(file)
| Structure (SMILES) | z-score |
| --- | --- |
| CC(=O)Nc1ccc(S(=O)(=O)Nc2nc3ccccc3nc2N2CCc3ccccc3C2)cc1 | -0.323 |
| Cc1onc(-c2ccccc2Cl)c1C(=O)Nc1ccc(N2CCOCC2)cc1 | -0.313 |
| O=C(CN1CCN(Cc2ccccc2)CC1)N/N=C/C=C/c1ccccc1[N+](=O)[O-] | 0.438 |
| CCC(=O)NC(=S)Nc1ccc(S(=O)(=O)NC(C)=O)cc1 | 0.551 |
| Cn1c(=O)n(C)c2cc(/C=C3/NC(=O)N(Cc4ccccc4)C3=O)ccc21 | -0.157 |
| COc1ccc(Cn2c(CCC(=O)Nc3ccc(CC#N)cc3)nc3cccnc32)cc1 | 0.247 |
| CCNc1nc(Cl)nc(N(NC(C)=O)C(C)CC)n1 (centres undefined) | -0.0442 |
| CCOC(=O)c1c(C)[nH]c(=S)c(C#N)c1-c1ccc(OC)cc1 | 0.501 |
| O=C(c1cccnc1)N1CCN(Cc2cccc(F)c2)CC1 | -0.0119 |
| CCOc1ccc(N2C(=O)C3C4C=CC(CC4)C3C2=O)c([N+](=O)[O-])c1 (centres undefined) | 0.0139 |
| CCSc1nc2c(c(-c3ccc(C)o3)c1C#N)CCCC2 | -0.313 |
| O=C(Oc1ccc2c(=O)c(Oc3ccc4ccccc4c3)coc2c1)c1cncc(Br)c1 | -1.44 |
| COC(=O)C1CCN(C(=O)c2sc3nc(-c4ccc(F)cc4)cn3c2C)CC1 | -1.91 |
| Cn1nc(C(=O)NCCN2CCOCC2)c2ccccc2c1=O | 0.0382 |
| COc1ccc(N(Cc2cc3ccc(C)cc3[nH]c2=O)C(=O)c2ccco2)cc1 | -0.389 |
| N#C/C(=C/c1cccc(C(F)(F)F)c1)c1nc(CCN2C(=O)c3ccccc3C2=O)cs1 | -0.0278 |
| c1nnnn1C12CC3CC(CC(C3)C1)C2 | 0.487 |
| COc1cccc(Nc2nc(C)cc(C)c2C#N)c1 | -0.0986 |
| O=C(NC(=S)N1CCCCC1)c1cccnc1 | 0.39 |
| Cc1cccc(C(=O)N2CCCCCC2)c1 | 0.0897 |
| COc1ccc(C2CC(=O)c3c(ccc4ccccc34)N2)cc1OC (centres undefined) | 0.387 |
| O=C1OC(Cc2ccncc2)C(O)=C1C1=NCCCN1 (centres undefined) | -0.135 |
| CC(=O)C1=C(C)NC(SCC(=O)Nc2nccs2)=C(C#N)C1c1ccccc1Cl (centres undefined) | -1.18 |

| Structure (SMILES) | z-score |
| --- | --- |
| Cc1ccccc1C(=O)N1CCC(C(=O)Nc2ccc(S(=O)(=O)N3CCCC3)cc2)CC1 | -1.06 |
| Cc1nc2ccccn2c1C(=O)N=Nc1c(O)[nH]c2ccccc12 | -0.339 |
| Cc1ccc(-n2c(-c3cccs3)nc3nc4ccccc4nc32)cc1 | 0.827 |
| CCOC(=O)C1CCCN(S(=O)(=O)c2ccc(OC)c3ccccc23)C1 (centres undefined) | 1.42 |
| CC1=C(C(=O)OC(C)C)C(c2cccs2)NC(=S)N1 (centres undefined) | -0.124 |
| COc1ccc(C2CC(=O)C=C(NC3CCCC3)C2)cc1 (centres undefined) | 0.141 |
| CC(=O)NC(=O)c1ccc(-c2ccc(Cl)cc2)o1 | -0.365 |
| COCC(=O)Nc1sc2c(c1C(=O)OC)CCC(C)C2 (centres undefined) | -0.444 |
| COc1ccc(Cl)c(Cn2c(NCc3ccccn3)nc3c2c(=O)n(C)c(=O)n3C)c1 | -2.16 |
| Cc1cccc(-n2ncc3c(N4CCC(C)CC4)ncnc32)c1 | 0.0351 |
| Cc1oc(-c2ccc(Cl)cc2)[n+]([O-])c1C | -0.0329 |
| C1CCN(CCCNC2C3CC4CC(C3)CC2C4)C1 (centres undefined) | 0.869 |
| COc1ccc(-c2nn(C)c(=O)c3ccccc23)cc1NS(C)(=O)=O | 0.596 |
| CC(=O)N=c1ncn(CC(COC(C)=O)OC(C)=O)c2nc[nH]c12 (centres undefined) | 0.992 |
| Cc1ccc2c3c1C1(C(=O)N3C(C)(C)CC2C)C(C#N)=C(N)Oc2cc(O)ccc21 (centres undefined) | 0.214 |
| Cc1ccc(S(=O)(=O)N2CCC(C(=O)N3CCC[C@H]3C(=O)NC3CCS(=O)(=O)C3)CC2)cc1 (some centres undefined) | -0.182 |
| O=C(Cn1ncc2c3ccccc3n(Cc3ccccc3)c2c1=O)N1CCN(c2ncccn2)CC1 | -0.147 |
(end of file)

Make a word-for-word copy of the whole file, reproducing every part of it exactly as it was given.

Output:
| Structure (SMILES) | z-score |
| --- | --- |
| CC(=O)Nc1ccc(S(=O)(=O)Nc2nc3ccccc3nc2N2CCc3ccccc3C2)cc1 | -0.323 |
| Cc1onc(-c2ccccc2Cl)c1C(=O)Nc1ccc(N2CCOCC2)cc1 | -0.313 |
| O=C(CN1CCN(Cc2ccccc2)CC1)N/N=C/C=C/c1ccccc1[N+](=O)[O-] | 0.438 |
| CCC(=O)NC(=S)Nc1ccc(S(=O)(=O)NC(C)=O)cc1 | 0.551 |
| Cn1c(=O)n(C)c2cc(/C=C3/NC(=O)N(Cc4ccccc4)C3=O)ccc21 | -0.157 |
| COc1ccc(Cn2c(CCC(=O)Nc3ccc(CC#N)cc3)nc3cccnc32)cc1 | 0.247 |
| CCNc1nc(Cl)nc(N(NC(C)=O)C(C)CC)n1 (centres undefined) | -0.0442 |
| CCOC(=O)c1c(C)[nH]c(=S)c(C#N)c1-c1ccc(OC)cc1 | 0.501 |
| O=C(c1cccnc1)N1CCN(Cc2cccc(F)c2)CC1 | -0.0119 |
| CCOc1ccc(N2C(=O)C3C4C=CC(CC4)C3C2=O)c([N+](=O)[O-])c1 (centres undefined) | 0.0139 |
| CCSc1nc2c(c(-c3ccc(C)o3)c1C#N)CCCC2 | -0.313 |
| O=C(Oc1ccc2c(=O)c(Oc3ccc4ccccc4c3)coc2c1)c1cncc(Br)c1 | -1.44 |
| COC(=O)C1CCN(C(=O)c2sc3nc(-c4ccc(F)cc4)cn3c2C)CC1 | -1.91 |
| Cn1nc(C(=O)NCCN2CCOCC2)c2ccccc2c1=O | 0.0382 |
| COc1ccc(N(Cc2cc3ccc(C)cc3[nH]c2=O)C(=O)c2ccco2)cc1 | -0.389 |
| N#C/C(=C/c1cccc(C(F)(F)F)c1)c1nc(CCN2C(=O)c3ccccc3C2=O)cs1 | -0.0278 |
| c1nnnn1C12CC3CC(CC(C3)C1)C2 | 0.487 |
| COc1cccc(Nc2nc(C)cc(C)c2C#N)c1 | -0.0986 |
| O=C(NC(=S)N1CCCCC1)c1cccnc1 | 0.39 |
| Cc1cccc(C(=O)N2CCCCCC2)c1 | 0.0897 |
| COc1ccc(C2CC(=O)c3c(ccc4ccccc34)N2)cc1OC (centres undefined) | 0.387 |
| O=C1OC(Cc2ccncc2)C(O)=C1C1=NCCCN1 (centres undefined) | -0.135 |
| CC(=O)C1=C(C)NC(SCC(=O)Nc2nccs2)=C(C#N)C1c1ccccc1Cl (centres undefined) | -1.18 |

| Structure (SMILES) | z-score |
| --- | --- |
| Cc1ccccc1C(=O)N1CCC(C(=O)Nc2ccc(S(=O)(=O)N3CCCC3)cc2)CC1 | -1.06 |
| Cc1nc2ccccn2c1C(=O)N=Nc1c(O)[nH]c2ccccc12 | -0.339 |
| Cc1ccc(-n2c(-c3cccs3)nc3nc4ccccc4nc32)cc1 | 0.827 |
| CCOC(=O)C1CCCN(S(=O)(=O)c2ccc(OC)c3ccccc23)C1 (centres undefined) | 1.42 |
| CC1=C(C(=O)OC(C)C)C(c2cccs2)NC(=S)N1 (centres undefined) | -0.124 |
| COc1ccc(C2CC(=O)C=C(NC3CCCC3)C2)cc1 (centres undefined) | 0.141 |
| CC(=O)NC(=O)c1ccc(-c2ccc(Cl)cc2)o1 | -0.365 |
| COCC(=O)Nc1sc2c(c1C(=O)OC)CCC(C)C2 (centres undefined) | -0.444 |
| COc1ccc(Cl)c(Cn2c(NCc3ccccn3)nc3c2c(=O)n(C)c(=O)n3C)c1 | -2.16 |
| Cc1cccc(-n2ncc3c(N4CCC(C)CC4)ncnc32)c1 | 0.0351 |
| Cc1oc(-c2ccc(Cl)cc2)[n+]([O-])c1C | -0.0329 |
| C1CCN(CCCNC2C3CC4CC(C3)CC2C4)C1 (centres undefined) | 0.869 |
| COc1ccc(-c2nn(C)c(=O)c3ccccc23)cc1NS(C)(=O)=O | 0.596 |
| CC(=O)N=c1ncn(CC(COC(C)=O)OC(C)=O)c2nc[nH]c12 (centres undefined) | 0.992 |
| Cc1ccc2c3c1C1(C(=O)N3C(C)(C)CC2C)C(C#N)=C(N)Oc2cc(O)ccc21 (centres undefined) | 0.214 |
| Cc1ccc(S(=O)(=O)N2CCC(C(=O)N3CCC[C@H]3C(=O)NC3CCS(=O)(=O)C3)CC2)cc1 (some centres undefined) | -0.182 |
| O=C(Cn1ncc2c3ccccc3n(Cc3ccccc3)c2c1=O)N1CCN(c2ncccn2)CC1 | -0.147 |